A Pair of Royal Earrings, Andhra Pradesh
Dated to the first century BCE, a pair of large gold earrings speculated to be from present-day Andhra Pradesh is one of the oldest pieces of jewellery found in the Indian subcontinent. Classified as prakaravapra kundala in their form, the spiral earrings constitute the only surviving example of jewellery that is depicted in ancient Indian sculpture. They show highly sophisticated craftsmanship; this, together with their size and weight and the emblematic motifs they contain, indicate that they are likely to have been royal commissions.
Made entirely of gold, each earring, about 7.6 centimetres long and 4 centimetres wide, takes the form of a vine-like stem spiralling into a trumpet-shaped bud form at both extremities. The curving stem in the middle is decorated with gold granules in diagonal rows, with small rosettes between them. The surface decoration continues outward, with larger rosettes and petal shapes appearing at the base of the buds, which have a rectangular cross-section and convex end. On each end of the earring, one of the flat faces is adorned with a vase motif lush with fronds and other floral elements symbolising fertility and plenitude, and while otherwise identical, the two earrings show a slight difference in the design of these fronds. The adjacent face shows a saddled and harnessed elephant on one end, and a bejewelled winged lion on the other end. Both the repousse animals are emblems of royalty, and are elaborately decorated, covered entirely with granules and pieces of gold wire and sheets.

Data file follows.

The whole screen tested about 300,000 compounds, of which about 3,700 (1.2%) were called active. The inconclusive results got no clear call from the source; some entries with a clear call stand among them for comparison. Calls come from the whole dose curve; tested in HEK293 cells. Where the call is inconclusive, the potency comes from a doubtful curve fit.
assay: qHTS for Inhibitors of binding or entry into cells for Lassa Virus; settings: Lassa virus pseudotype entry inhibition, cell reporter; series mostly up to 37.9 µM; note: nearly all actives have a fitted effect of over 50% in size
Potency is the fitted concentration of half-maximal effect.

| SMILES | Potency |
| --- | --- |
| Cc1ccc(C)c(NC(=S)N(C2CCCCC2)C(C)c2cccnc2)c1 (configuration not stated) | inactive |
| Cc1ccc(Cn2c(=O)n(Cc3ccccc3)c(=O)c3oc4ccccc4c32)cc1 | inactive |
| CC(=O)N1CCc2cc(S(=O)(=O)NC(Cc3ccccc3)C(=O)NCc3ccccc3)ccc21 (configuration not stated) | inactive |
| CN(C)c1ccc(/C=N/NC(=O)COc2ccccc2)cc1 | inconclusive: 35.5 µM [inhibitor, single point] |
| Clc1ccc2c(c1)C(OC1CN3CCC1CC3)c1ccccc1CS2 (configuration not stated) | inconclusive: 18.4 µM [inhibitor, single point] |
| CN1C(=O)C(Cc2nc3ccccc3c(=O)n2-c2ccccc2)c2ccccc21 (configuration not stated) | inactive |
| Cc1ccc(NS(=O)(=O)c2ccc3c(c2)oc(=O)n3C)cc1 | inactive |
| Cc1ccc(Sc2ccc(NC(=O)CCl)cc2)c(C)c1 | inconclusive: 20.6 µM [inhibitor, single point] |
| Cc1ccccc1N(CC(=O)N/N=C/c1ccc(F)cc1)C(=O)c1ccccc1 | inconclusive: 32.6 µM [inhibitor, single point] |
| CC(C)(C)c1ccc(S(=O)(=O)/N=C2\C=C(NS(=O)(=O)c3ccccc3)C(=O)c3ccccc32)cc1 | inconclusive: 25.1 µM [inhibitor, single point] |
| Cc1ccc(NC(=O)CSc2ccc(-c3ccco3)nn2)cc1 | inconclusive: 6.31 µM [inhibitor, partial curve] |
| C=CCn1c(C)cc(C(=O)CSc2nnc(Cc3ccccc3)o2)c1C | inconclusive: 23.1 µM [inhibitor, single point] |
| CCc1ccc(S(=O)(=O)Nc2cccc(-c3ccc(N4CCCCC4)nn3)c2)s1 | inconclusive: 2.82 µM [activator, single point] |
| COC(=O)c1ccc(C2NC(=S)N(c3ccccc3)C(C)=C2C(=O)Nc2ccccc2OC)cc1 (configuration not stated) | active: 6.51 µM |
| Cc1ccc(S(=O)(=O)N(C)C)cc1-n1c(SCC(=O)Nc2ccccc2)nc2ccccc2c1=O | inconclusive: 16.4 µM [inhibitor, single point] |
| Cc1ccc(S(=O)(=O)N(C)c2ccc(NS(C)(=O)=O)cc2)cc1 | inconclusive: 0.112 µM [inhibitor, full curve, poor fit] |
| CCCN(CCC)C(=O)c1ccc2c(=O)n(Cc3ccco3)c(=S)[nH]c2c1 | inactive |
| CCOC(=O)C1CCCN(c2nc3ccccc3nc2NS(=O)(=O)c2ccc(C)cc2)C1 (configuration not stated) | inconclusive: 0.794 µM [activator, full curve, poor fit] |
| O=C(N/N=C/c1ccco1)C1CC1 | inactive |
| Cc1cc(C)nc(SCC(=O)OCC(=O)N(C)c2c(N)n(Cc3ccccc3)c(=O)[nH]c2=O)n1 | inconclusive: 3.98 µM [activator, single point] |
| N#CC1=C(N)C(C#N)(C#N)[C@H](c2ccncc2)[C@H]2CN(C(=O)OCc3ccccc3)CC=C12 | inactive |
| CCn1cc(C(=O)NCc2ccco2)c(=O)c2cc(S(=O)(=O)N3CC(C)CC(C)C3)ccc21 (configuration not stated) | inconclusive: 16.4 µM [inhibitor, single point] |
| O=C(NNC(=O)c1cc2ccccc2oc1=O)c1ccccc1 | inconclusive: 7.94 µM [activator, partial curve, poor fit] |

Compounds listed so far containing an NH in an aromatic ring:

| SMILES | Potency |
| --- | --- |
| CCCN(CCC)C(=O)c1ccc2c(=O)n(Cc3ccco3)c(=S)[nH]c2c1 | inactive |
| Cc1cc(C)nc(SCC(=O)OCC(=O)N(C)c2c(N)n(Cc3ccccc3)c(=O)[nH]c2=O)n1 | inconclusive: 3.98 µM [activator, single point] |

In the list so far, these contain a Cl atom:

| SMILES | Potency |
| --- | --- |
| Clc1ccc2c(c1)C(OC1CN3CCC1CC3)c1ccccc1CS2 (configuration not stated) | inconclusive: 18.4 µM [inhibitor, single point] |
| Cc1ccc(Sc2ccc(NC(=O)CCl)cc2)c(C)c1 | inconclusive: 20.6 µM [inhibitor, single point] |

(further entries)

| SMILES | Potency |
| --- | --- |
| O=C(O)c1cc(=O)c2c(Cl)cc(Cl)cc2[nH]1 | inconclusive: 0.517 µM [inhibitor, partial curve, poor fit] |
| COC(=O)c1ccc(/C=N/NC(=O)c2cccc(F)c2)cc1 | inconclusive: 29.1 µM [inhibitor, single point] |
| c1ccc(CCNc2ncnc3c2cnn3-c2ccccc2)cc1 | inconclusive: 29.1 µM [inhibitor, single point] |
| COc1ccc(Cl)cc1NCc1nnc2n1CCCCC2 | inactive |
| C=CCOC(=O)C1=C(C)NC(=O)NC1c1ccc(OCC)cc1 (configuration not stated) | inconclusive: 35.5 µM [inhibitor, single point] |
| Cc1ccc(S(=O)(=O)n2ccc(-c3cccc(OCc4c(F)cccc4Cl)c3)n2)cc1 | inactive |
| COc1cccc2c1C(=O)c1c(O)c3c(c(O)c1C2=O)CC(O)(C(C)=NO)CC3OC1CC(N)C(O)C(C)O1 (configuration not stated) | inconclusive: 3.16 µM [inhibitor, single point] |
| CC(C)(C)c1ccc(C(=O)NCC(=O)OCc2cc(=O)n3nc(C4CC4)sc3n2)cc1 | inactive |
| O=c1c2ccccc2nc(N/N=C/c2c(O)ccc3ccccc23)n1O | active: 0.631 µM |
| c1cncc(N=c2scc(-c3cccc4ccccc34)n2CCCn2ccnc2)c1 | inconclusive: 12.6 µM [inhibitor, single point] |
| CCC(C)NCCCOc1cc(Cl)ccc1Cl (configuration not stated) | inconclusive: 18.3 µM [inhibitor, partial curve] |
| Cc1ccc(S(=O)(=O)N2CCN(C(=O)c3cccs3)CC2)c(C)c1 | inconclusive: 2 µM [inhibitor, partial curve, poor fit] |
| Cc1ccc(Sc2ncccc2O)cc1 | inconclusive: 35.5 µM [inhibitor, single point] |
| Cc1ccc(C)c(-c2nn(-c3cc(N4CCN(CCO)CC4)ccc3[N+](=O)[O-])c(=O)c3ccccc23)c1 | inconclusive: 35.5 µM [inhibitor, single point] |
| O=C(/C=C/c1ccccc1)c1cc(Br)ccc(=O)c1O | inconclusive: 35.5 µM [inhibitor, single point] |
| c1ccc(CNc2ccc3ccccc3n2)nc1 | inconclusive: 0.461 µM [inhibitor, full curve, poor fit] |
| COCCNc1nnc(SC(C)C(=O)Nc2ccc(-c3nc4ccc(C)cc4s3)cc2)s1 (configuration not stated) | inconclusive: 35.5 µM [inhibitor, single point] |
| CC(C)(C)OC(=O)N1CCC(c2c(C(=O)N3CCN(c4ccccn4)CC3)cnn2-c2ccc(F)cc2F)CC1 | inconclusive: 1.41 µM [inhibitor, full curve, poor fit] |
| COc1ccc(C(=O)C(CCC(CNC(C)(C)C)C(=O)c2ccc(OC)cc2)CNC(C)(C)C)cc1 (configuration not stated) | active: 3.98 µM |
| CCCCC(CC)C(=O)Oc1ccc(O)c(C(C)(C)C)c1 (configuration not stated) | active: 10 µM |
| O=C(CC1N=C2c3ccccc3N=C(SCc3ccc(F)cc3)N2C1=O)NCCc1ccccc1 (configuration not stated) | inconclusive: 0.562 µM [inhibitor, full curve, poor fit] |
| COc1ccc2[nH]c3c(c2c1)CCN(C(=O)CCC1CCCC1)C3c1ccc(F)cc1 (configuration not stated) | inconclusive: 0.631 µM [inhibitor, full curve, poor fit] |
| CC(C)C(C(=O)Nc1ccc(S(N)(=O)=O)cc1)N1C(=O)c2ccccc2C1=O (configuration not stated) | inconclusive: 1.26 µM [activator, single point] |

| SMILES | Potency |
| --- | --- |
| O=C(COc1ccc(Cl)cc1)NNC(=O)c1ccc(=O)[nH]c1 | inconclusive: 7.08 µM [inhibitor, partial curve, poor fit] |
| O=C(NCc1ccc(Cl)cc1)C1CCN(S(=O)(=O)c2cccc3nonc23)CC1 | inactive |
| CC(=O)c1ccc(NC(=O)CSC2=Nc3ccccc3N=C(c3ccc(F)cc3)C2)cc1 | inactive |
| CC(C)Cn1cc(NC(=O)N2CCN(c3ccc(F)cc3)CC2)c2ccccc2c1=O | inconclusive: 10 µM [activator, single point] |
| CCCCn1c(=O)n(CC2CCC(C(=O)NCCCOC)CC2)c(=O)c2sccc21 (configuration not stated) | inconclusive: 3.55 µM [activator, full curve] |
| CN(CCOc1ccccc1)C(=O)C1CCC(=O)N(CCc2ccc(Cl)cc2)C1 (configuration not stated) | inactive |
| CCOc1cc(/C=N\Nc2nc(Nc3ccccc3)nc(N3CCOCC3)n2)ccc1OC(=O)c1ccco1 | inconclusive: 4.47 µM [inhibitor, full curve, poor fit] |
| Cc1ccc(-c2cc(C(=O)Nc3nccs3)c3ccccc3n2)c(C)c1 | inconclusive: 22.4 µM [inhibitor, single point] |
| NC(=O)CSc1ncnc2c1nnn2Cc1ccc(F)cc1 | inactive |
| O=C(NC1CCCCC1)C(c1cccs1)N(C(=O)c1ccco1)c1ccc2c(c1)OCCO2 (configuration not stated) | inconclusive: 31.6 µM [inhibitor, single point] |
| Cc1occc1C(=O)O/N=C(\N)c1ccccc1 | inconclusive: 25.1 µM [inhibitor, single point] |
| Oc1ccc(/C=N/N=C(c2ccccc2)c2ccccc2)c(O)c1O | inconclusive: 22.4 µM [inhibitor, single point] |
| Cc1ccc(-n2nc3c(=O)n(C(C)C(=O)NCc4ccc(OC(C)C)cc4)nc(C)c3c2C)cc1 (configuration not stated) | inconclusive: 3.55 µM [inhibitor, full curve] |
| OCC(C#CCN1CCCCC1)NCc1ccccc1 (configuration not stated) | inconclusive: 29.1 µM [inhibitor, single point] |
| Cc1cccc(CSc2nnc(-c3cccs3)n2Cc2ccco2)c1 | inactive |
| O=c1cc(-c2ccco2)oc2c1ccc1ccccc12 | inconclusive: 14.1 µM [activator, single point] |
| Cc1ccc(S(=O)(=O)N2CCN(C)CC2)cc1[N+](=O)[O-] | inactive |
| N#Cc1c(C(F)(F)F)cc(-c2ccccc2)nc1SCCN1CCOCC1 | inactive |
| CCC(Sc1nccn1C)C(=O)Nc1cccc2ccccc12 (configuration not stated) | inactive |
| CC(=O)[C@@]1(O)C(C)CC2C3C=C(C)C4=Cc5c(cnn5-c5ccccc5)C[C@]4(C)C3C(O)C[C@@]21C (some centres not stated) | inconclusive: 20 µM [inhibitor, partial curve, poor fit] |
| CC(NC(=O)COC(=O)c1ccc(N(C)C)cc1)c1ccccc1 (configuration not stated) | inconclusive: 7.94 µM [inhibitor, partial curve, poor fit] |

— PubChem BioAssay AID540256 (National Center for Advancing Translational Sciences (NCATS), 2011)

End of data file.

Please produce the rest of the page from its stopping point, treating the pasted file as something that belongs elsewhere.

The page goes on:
The ear ornaments were worn so that they hung vertically with the vase motif facing forward, the lions facing inward and the elephants facing outward. As with many of the ancient ear ornaments depicted in Indian art, these too — weighing nearly two kilograms each — are likely to have considerably distended the wearer’s earlobes, and possibly rested on their shoulders. Depictions of the Buddha commonly show such earlobes, believed to have been elongated by jewellery during his early life as a prince.
Earrings and other ornamentation of a similar style are seen on men and women in the sculptures of Bharhut and Sanchi. However, these earrings show a particularly striking resemblance to those seen in a first century BCE sculpture of the chakravartin (ideal or universal ruler) on a stupa at Jaggayyapeta in present-day Andhra Pradesh. As most jewellery from the ancient period in India is believed to have been melted down after the death of its wearer — possibly to avoid the passing on of their karma — this extant pair of ornaments is highly significant. Apart from demonstrating the quality and complexity of goldsmithing that existed in ancient India, it provides concrete evidence that the jewellery depicted in sculptures and terracottas of the time did in fact exist. Moreover, they indicate that such jewellery was more than decorative — the earrings’ material worth and the symbols they depict make them markers of royalty and power.
The pair is housed in the Metropolitan Museum of Art in New York, as part of the Kronos Collections gifted to the museum in 1981.
Lerner, Martin. The Flame and the Lotus: Indian and Southeast Asian Art from the Kronos Collections. New York: The Metropolitan Museum of Art, 1984: 20–21.
The Metropolitan Museum of Art. “A Pair of Royal Earrings.” The Collection: Asian Art. Accessed March 30, 2023. https://www.metmuseum.org/art/collection/search/51279.
Thakur, Priya. “Floral Jewellery in Ancient Indian Tradition.” SAARC Culture